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Romeo and Juliet : Types of Love

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Love is defined as to have regard with affection or good will. Throughout Shakespeare's play Romeo and Juliet, there is a complex exploration of "love". The main types of love seen in the play are love being a burden, love at first sight, and superficial love. Though all these types of love are significant, the most dominant love in the play is "true love".

A few characters in Romeo and Juliet do not see love as the positive thing it may be. Instead they feel love is a burden or a pain. For example, Mercutio sees love as a useless feeling claiming "If love be rough with you, be rough with love: / Prick love for pricking, and you beat love down" (1.4.27-28). Romeo indeed does head these words, but forgetting Rosaline leads him to meet Juliet at the Capulet's party. But, since he did not love Rosaline with all his heart he falls in love with Juliet and can't forget about her. This shows that true love is stronger. Also, Romeo's woes over Rosaline lead Benvolio to give some advice about love being a burden saying "Be rul'd by me, forget to think of her" (1.1.219). Benvolio believes when a man leaves a woman he should carry no burden or grief. Romeo carries the grief of not being able to be with Rosaline until he meets Juliet were all his sadness disappears, which shows true love can heal a wounded heart. True love can also lead to pain because Romeo and Juliet both suffer many tragedies, ending in their lives. Some of Romeo's loyal friends and servants try to convince him he has no use for love, but in the end he falls in love with Juliet, whom he marries and end ups dying for, because of "true love". But, Romeo and Juliet's "true love" has also been mistaken for love at first sight by a couple of characters.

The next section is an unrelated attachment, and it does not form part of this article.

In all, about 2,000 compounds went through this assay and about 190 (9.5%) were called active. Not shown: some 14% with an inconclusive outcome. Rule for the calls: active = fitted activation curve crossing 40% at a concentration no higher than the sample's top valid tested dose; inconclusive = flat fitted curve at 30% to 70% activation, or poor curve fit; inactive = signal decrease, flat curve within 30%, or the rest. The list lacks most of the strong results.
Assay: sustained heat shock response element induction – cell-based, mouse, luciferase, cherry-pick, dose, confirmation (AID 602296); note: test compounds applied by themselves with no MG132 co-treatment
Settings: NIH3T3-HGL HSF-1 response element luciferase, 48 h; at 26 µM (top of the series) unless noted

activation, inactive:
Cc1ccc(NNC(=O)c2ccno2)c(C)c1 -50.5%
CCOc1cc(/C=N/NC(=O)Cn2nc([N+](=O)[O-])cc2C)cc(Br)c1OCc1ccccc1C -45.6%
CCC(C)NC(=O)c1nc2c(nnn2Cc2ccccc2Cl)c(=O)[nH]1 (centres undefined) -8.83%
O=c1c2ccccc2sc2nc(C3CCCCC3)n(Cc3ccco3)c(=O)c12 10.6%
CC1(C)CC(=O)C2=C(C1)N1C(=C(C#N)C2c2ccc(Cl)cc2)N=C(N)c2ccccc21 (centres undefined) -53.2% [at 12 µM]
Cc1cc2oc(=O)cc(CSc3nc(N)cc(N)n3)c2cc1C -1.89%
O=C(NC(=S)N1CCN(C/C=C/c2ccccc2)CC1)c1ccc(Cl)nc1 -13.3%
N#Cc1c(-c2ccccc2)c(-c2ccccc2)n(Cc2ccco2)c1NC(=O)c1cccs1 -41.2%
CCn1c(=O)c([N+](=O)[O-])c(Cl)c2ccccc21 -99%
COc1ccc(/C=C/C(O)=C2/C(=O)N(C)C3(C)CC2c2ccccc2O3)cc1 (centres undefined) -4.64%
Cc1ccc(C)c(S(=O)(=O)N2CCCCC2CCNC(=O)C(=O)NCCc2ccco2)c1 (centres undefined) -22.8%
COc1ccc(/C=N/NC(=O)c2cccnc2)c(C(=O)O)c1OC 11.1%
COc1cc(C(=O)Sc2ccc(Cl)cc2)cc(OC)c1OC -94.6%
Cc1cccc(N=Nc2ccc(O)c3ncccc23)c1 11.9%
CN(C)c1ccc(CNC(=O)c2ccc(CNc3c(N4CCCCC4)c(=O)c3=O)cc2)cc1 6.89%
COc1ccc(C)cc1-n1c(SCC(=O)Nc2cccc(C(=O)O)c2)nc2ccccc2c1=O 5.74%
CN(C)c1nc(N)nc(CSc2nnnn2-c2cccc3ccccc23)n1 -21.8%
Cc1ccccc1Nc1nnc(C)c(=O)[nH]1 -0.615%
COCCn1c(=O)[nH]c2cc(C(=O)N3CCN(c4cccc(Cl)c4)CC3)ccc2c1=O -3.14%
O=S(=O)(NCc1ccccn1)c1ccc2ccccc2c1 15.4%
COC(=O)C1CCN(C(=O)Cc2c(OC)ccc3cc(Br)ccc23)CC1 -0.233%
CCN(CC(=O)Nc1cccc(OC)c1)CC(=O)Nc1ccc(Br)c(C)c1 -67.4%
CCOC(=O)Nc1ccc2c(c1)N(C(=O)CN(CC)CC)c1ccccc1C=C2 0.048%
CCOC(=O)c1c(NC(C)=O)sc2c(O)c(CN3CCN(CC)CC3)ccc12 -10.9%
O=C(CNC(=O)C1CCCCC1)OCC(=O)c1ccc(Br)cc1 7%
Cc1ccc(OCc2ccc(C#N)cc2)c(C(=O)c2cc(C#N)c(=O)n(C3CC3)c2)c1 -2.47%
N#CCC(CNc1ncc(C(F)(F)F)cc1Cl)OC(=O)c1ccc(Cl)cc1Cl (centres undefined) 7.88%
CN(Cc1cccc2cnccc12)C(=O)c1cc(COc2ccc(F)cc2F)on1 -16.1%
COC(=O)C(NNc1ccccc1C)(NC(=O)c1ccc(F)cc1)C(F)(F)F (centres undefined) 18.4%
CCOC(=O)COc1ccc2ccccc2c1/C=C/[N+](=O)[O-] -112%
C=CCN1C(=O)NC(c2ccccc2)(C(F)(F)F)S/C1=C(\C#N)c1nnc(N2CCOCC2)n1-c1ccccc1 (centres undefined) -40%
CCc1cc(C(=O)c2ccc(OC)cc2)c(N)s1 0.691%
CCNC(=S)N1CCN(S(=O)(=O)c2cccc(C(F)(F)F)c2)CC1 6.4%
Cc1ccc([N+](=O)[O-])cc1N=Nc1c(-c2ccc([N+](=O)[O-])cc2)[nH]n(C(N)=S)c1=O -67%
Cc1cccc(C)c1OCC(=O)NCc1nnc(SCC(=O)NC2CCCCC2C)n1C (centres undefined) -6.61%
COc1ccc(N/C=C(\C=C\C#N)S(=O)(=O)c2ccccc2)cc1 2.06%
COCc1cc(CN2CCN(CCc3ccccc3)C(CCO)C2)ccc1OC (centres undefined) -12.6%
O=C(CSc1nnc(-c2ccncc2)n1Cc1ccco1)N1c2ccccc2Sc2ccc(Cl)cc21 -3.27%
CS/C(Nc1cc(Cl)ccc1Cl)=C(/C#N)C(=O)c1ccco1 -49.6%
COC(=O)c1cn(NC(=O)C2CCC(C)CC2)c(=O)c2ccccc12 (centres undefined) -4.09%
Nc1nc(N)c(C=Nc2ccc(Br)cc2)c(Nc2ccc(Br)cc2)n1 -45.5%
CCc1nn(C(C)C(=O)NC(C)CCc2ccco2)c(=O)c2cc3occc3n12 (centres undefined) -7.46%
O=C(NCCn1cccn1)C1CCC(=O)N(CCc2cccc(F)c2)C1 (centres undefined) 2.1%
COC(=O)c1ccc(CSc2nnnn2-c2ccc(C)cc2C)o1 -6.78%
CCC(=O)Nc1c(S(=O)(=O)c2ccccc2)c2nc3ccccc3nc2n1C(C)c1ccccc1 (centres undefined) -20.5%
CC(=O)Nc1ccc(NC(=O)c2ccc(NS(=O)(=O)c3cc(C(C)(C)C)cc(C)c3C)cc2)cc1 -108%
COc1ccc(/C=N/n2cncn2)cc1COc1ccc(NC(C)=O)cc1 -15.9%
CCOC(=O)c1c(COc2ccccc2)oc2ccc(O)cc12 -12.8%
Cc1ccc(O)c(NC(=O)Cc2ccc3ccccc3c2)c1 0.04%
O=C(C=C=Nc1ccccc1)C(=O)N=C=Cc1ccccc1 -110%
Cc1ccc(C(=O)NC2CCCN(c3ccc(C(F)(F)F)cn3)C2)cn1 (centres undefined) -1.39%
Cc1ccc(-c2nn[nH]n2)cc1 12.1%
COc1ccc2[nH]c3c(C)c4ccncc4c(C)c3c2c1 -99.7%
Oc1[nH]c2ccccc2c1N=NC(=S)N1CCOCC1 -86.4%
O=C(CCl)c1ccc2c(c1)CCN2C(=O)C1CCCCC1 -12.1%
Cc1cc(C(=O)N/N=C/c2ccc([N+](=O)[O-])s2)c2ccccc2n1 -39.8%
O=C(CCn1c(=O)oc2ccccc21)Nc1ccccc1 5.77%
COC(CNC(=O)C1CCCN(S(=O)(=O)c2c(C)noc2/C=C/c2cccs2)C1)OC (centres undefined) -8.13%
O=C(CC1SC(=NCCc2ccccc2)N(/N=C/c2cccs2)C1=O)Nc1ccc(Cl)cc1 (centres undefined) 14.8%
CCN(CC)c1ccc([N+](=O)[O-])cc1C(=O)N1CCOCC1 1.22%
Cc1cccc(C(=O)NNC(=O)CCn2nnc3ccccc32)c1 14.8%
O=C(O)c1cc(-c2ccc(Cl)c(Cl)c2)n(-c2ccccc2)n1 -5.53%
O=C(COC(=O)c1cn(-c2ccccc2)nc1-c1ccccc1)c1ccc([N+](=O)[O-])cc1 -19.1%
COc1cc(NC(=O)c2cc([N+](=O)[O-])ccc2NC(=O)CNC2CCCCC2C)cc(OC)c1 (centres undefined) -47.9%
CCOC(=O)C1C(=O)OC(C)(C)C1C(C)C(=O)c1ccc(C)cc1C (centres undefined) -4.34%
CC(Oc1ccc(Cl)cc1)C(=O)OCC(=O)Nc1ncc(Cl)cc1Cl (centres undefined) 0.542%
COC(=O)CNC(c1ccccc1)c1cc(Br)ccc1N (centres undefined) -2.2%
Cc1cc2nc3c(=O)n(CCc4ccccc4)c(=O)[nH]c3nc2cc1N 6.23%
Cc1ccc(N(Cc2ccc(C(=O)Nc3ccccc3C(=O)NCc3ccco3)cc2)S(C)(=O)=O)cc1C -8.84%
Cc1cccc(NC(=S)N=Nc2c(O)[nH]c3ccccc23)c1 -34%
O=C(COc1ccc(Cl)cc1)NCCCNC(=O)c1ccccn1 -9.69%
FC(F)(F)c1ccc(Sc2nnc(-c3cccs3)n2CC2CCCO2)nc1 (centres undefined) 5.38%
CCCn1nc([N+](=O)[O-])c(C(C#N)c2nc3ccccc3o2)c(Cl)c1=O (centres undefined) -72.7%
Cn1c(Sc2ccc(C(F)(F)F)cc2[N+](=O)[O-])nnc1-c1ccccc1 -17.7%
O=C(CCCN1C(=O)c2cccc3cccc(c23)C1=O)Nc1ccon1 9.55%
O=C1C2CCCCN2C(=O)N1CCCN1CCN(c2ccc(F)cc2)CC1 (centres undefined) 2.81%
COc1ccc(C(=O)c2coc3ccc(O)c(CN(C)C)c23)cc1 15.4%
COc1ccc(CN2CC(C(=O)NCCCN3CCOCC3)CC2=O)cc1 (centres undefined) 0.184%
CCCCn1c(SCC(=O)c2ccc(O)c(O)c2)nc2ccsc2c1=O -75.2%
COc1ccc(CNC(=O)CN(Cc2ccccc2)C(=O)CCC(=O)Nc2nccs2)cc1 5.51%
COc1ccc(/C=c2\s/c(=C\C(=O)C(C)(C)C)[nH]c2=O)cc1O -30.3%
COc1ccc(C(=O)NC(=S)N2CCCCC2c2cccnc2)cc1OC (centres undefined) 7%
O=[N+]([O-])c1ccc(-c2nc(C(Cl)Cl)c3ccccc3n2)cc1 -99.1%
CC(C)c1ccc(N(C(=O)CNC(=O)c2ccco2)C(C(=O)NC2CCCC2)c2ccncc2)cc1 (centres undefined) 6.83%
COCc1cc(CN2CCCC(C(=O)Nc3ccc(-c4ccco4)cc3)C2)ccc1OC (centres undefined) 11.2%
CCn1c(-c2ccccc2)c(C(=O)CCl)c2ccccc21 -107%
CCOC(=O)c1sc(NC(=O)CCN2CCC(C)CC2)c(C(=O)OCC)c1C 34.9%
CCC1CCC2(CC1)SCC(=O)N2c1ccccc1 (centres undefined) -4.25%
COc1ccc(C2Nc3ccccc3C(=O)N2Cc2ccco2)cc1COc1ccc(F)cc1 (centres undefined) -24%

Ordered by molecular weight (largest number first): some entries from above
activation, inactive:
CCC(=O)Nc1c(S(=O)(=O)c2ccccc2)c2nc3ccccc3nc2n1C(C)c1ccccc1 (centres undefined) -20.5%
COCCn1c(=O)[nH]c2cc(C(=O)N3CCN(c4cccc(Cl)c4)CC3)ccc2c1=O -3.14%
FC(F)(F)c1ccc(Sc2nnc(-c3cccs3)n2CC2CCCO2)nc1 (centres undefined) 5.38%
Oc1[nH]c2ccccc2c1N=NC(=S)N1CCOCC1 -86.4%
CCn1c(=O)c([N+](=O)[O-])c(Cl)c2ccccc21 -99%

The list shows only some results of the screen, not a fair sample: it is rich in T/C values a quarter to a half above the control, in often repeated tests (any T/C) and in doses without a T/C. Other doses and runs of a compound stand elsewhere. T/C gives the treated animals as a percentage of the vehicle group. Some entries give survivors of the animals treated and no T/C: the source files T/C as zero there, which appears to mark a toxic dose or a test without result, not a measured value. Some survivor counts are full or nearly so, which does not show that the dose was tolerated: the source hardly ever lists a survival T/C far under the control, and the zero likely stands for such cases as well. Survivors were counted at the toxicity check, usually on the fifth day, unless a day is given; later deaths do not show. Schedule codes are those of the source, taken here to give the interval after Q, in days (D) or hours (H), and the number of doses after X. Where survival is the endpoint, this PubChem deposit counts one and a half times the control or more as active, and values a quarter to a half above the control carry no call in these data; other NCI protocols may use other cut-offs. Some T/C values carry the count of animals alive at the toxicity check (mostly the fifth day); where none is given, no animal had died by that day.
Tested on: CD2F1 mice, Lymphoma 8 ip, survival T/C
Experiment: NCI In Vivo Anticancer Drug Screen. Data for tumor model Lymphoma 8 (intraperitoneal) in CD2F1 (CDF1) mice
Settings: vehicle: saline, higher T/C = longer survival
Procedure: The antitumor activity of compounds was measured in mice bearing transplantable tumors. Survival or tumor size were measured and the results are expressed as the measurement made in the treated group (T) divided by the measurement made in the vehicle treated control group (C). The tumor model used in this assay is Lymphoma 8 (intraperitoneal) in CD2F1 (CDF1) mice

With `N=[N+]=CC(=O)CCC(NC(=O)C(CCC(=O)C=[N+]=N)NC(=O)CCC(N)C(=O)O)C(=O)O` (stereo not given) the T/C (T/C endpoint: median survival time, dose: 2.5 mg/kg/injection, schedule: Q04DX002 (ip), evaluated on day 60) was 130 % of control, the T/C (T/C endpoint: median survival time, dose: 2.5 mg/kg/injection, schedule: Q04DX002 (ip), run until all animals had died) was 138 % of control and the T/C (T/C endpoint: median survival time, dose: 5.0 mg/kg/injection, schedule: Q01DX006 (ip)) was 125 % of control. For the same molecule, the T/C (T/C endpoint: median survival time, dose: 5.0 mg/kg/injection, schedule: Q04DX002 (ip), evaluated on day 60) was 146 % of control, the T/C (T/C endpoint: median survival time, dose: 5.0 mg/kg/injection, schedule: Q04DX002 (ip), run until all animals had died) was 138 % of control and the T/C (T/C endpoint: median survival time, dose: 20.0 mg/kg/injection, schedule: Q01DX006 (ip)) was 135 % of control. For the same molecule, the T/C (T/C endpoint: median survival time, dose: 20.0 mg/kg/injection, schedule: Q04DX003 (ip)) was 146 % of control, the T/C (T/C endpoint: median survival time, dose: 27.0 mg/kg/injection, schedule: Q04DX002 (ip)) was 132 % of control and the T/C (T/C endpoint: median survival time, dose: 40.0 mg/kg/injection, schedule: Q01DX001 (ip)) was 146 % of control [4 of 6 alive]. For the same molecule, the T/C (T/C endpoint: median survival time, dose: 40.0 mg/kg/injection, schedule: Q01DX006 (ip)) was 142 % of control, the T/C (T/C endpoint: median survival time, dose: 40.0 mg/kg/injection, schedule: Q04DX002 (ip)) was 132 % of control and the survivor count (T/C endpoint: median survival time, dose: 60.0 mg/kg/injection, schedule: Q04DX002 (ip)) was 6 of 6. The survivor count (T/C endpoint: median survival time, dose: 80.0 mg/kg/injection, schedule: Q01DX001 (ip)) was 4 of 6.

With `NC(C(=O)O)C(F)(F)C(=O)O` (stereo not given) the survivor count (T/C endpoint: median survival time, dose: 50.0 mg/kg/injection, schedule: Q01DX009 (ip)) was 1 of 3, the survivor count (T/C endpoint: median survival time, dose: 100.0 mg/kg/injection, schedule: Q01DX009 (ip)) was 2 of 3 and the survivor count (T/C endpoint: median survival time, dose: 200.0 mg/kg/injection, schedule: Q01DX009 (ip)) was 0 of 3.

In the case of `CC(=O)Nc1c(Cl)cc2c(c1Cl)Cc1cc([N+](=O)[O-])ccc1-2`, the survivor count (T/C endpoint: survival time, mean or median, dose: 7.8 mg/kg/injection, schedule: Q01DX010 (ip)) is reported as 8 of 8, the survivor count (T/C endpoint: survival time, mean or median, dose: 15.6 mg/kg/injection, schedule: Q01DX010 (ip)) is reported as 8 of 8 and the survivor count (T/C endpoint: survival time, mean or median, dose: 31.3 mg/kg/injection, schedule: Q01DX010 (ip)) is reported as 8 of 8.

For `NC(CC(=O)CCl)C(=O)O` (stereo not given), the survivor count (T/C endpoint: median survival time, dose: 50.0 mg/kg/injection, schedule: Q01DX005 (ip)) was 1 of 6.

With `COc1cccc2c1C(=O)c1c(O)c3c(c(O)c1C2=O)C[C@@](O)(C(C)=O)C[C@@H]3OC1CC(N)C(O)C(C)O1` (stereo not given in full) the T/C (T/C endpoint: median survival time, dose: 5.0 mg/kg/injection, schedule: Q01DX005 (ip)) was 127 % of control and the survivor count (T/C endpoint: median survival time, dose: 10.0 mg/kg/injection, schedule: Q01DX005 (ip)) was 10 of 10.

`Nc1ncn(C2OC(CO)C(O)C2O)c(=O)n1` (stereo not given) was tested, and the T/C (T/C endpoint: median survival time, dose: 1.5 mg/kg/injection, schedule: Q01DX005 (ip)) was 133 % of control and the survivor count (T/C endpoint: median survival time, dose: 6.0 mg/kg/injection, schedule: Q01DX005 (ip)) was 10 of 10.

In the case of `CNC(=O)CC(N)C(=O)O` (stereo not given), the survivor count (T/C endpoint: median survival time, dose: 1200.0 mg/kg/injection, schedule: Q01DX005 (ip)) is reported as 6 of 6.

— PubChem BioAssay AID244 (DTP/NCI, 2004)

Along with love being a burden or a pain, some characters that play an important role have views about love at first sight and its dangers. When the party was over and Romeo went to meet Juliet, she asks him to swear by true love but is uncertain if Romeo truly loves her stating:

Well, do not swear. Although I joy in thee,

I have no joy of this contract tonight,

It is too rash, too unadvis'd, too sudden, (2.2.116-118)

Juliet clearly states that this is too sudden and does not want to be fooled by love at first sight, but when Romeo agrees to marry her, she realizes he is very serious about her and fully commits herself proving that true love is dominant in the play. After Romeo promises to marry Juliet he takes a visit to Friar Lawrence's cell where he asks him to wed himself and Juliet. The Friar surprised that Romeo has forgotten his dear love so quickly exclaims "Is Rosaline, that didst love so dear, / So soon forsaken?" (2.3.66-67). Friar believes it is love at first sight and that Romeo's love lies in his eyes not his heart, but if this was truly what had happened Romeo would not have persisted to be wed, and had ultimately gotten married to Juliet if he were not serious making her his tru love which is the dominant in Romeo and Juliet. Another example is when Romeo pays another visit to Friar Lawrence when the wedding is



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